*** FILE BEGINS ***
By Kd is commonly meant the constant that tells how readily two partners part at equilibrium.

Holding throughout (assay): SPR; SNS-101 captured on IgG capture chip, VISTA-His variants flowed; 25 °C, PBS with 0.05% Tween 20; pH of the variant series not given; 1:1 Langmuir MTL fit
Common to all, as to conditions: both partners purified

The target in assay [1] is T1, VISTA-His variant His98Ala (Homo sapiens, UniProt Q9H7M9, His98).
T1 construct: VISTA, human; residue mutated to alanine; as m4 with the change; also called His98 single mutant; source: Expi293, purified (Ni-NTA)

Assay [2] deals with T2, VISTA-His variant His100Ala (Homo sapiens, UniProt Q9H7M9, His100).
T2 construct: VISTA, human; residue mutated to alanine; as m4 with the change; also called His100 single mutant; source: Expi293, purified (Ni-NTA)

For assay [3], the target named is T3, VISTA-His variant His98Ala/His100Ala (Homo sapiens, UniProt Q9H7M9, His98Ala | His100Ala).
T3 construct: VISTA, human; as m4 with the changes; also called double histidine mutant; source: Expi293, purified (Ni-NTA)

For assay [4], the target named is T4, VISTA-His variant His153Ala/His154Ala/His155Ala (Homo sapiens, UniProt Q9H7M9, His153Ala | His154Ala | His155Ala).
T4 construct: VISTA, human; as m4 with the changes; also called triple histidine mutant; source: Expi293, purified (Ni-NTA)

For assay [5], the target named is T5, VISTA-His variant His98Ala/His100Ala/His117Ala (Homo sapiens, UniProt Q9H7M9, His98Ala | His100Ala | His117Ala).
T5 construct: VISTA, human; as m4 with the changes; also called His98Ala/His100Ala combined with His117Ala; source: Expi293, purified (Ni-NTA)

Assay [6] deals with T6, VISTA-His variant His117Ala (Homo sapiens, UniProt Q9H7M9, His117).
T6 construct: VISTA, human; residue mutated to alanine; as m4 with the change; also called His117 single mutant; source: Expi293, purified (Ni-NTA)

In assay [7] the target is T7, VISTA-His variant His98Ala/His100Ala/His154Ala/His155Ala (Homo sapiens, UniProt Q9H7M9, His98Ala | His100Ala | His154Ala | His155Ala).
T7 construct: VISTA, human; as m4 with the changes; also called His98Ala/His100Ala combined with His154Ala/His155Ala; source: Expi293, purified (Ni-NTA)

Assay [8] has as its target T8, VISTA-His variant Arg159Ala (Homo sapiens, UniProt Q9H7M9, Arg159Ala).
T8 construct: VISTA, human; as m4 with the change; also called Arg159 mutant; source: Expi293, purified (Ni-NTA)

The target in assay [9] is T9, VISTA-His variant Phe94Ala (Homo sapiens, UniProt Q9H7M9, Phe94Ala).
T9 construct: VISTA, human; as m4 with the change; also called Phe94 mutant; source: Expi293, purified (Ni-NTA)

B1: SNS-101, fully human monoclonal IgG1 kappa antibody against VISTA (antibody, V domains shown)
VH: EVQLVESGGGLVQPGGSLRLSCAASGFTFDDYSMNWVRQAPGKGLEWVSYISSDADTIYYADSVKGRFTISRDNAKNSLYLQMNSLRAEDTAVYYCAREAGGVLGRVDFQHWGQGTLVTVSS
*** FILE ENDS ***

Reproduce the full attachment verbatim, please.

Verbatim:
By Kd is commonly meant the constant that tells how readily two partners part at equilibrium.

Holding throughout (assay): SPR; SNS-101 captured on IgG capture chip, VISTA-His variants flowed; 25 °C, PBS with 0.05% Tween 20; pH of the variant series not given; 1:1 Langmuir MTL fit
Common to all, as to conditions: both partners purified

The target in assay [1] is T1, VISTA-His variant His98Ala (Homo sapiens, UniProt Q9H7M9, His98).
T1 construct: VISTA, human; residue mutated to alanine; as m4 with the change; also called His98 single mutant; source: Expi293, purified (Ni-NTA)

Assay [2] deals with T2, VISTA-His variant His100Ala (Homo sapiens, UniProt Q9H7M9, His100).
T2 construct: VISTA, human; residue mutated to alanine; as m4 with the change; also called His100 single mutant; source: Expi293, purified (Ni-NTA)

For assay [3], the target named is T3, VISTA-His variant His98Ala/His100Ala (Homo sapiens, UniProt Q9H7M9, His98Ala | His100Ala).
T3 construct: VISTA, human; as m4 with the changes; also called double histidine mutant; source: Expi293, purified (Ni-NTA)

For assay [4], the target named is T4, VISTA-His variant His153Ala/His154Ala/His155Ala (Homo sapiens, UniProt Q9H7M9, His153Ala | His154Ala | His155Ala).
T4 construct: VISTA, human; as m4 with the changes; also called triple histidine mutant; source: Expi293, purified (Ni-NTA)

For assay [5], the target named is T5, VISTA-His variant His98Ala/His100Ala/His117Ala (Homo sapiens, UniProt Q9H7M9, His98Ala | His100Ala | His117Ala).
T5 construct: VISTA, human; as m4 with the changes; also called His98Ala/His100Ala combined with His117Ala; source: Expi293, purified (Ni-NTA)

Assay [6] deals with T6, VISTA-His variant His117Ala (Homo sapiens, UniProt Q9H7M9, His117).
T6 construct: VISTA, human; residue mutated to alanine; as m4 with the change; also called His117 single mutant; source: Expi293, purified (Ni-NTA)

In assay [7] the target is T7, VISTA-His variant His98Ala/His100Ala/His154Ala/His155Ala (Homo sapiens, UniProt Q9H7M9, His98Ala | His100Ala | His154Ala | His155Ala).
T7 construct: VISTA, human; as m4 with the changes; also called His98Ala/His100Ala combined with His154Ala/His155Ala; source: Expi293, purified (Ni-NTA)

Assay [8] has as its target T8, VISTA-His variant Arg159Ala (Homo sapiens, UniProt Q9H7M9, Arg159Ala).
T8 construct: VISTA, human; as m4 with the change; also called Arg159 mutant; source: Expi293, purified (Ni-NTA)

The target in assay [9] is T9, VISTA-His variant Phe94Ala (Homo sapiens, UniProt Q9H7M9, Phe94Ala).
T9 construct: VISTA, human; as m4 with the change; also called Phe94 mutant; source: Expi293, purified (Ni-NTA)

B1: SNS-101, fully human monoclonal IgG1 kappa antibody against VISTA (antibody, V domains shown)
VH: EVQLVESGGGLVQPGGSLRLSCAASGFTFDDYSMNWVRQAPGKGLEWVSYISSDADTIYYADSVKGRFTISRDNAKNSLYLQMNSLRAEDTAVYYCAREAGGVLGRVDFQHWGQGTLVTVSS